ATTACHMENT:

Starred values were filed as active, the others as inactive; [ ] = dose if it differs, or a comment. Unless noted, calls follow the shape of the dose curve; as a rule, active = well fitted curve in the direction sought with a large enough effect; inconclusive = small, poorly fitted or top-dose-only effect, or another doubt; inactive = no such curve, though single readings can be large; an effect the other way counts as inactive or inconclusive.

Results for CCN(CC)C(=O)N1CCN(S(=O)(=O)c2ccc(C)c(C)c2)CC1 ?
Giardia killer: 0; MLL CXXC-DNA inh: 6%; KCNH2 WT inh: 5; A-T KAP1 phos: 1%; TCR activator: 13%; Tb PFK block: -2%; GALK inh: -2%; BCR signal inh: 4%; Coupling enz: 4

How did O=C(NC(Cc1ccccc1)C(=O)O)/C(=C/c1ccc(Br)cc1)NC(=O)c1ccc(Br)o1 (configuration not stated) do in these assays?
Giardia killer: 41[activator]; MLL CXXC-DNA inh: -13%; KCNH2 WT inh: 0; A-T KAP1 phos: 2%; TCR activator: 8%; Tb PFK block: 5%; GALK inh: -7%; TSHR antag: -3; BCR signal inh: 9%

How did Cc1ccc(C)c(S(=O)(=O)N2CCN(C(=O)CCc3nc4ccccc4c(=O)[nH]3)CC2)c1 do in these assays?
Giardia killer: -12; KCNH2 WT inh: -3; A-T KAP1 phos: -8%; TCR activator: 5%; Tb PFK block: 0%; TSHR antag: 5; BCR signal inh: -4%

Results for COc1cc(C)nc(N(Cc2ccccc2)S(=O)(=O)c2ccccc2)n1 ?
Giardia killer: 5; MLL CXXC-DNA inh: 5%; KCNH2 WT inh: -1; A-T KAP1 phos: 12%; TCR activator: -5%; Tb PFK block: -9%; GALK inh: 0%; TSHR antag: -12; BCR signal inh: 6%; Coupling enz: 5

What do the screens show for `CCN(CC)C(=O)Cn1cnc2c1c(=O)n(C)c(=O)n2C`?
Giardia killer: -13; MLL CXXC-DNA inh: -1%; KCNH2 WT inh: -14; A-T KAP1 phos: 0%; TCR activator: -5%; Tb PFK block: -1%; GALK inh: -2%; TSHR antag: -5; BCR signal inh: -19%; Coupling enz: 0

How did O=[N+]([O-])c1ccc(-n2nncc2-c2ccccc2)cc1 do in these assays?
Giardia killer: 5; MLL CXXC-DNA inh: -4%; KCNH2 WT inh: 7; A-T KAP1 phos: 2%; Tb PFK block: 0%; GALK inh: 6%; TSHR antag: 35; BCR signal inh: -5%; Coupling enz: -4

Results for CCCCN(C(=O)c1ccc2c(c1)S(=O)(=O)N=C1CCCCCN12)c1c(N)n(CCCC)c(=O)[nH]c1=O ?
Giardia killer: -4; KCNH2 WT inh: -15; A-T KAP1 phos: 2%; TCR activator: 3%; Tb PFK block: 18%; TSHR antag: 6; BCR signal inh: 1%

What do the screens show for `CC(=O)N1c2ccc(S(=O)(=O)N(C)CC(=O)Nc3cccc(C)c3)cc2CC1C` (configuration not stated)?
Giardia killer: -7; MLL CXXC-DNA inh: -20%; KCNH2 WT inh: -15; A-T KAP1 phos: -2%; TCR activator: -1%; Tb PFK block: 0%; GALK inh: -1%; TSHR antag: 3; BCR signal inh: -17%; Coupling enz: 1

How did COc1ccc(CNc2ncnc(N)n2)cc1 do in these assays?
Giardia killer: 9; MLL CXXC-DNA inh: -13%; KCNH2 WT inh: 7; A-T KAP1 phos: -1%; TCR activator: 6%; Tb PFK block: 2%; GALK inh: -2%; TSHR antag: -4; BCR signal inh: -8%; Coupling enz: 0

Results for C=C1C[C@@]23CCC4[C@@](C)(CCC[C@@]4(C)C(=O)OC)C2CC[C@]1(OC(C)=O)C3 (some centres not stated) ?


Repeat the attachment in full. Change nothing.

Starred values were filed as active, the others as inactive; [ ] = dose if it differs, or a comment. Unless noted, calls follow the shape of the dose curve; as a rule, active = well fitted curve in the direction sought with a large enough effect; inconclusive = small, poorly fitted or top-dose-only effect, or another doubt; inactive = no such curve, though single readings can be large; an effect the other way counts as inactive or inconclusive.

Results for CCN(CC)C(=O)N1CCN(S(=O)(=O)c2ccc(C)c(C)c2)CC1 ?
Giardia killer: 0; MLL CXXC-DNA inh: 6%; KCNH2 WT inh: 5; A-T KAP1 phos: 1%; TCR activator: 13%; Tb PFK block: -2%; GALK inh: -2%; BCR signal inh: 4%; Coupling enz: 4

How did O=C(NC(Cc1ccccc1)C(=O)O)/C(=C/c1ccc(Br)cc1)NC(=O)c1ccc(Br)o1 (configuration not stated) do in these assays?
Giardia killer: 41[activator]; MLL CXXC-DNA inh: -13%; KCNH2 WT inh: 0; A-T KAP1 phos: 2%; TCR activator: 8%; Tb PFK block: 5%; GALK inh: -7%; TSHR antag: -3; BCR signal inh: 9%

How did Cc1ccc(C)c(S(=O)(=O)N2CCN(C(=O)CCc3nc4ccccc4c(=O)[nH]3)CC2)c1 do in these assays?
Giardia killer: -12; KCNH2 WT inh: -3; A-T KAP1 phos: -8%; TCR activator: 5%; Tb PFK block: 0%; TSHR antag: 5; BCR signal inh: -4%

Results for COc1cc(C)nc(N(Cc2ccccc2)S(=O)(=O)c2ccccc2)n1 ?
Giardia killer: 5; MLL CXXC-DNA inh: 5%; KCNH2 WT inh: -1; A-T KAP1 phos: 12%; TCR activator: -5%; Tb PFK block: -9%; GALK inh: 0%; TSHR antag: -12; BCR signal inh: 6%; Coupling enz: 5

What do the screens show for `CCN(CC)C(=O)Cn1cnc2c1c(=O)n(C)c(=O)n2C`?
Giardia killer: -13; MLL CXXC-DNA inh: -1%; KCNH2 WT inh: -14; A-T KAP1 phos: 0%; TCR activator: -5%; Tb PFK block: -1%; GALK inh: -2%; TSHR antag: -5; BCR signal inh: -19%; Coupling enz: 0

How did O=[N+]([O-])c1ccc(-n2nncc2-c2ccccc2)cc1 do in these assays?
Giardia killer: 5; MLL CXXC-DNA inh: -4%; KCNH2 WT inh: 7; A-T KAP1 phos: 2%; Tb PFK block: 0%; GALK inh: 6%; TSHR antag: 35; BCR signal inh: -5%; Coupling enz: -4

Results for CCCCN(C(=O)c1ccc2c(c1)S(=O)(=O)N=C1CCCCCN12)c1c(N)n(CCCC)c(=O)[nH]c1=O ?
Giardia killer: -4; KCNH2 WT inh: -15; A-T KAP1 phos: 2%; TCR activator: 3%; Tb PFK block: 18%; TSHR antag: 6; BCR signal inh: 1%

What do the screens show for `CC(=O)N1c2ccc(S(=O)(=O)N(C)CC(=O)Nc3cccc(C)c3)cc2CC1C` (configuration not stated)?
Giardia killer: -7; MLL CXXC-DNA inh: -20%; KCNH2 WT inh: -15; A-T KAP1 phos: -2%; TCR activator: -1%; Tb PFK block: 0%; GALK inh: -1%; TSHR antag: 3; BCR signal inh: -17%; Coupling enz: 1

How did COc1ccc(CNc2ncnc(N)n2)cc1 do in these assays?
Giardia killer: 9; MLL CXXC-DNA inh: -13%; KCNH2 WT inh: 7; A-T KAP1 phos: -1%; TCR activator: 6%; Tb PFK block: 2%; GALK inh: -2%; TSHR antag: -4; BCR signal inh: -8%; Coupling enz: 0

Results for C=C1C[C@@]23CCC4[C@@](C)(CCC[C@@]4(C)C(=O)OC)C2CC[C@]1(OC(C)=O)C3 (some centres not stated) ?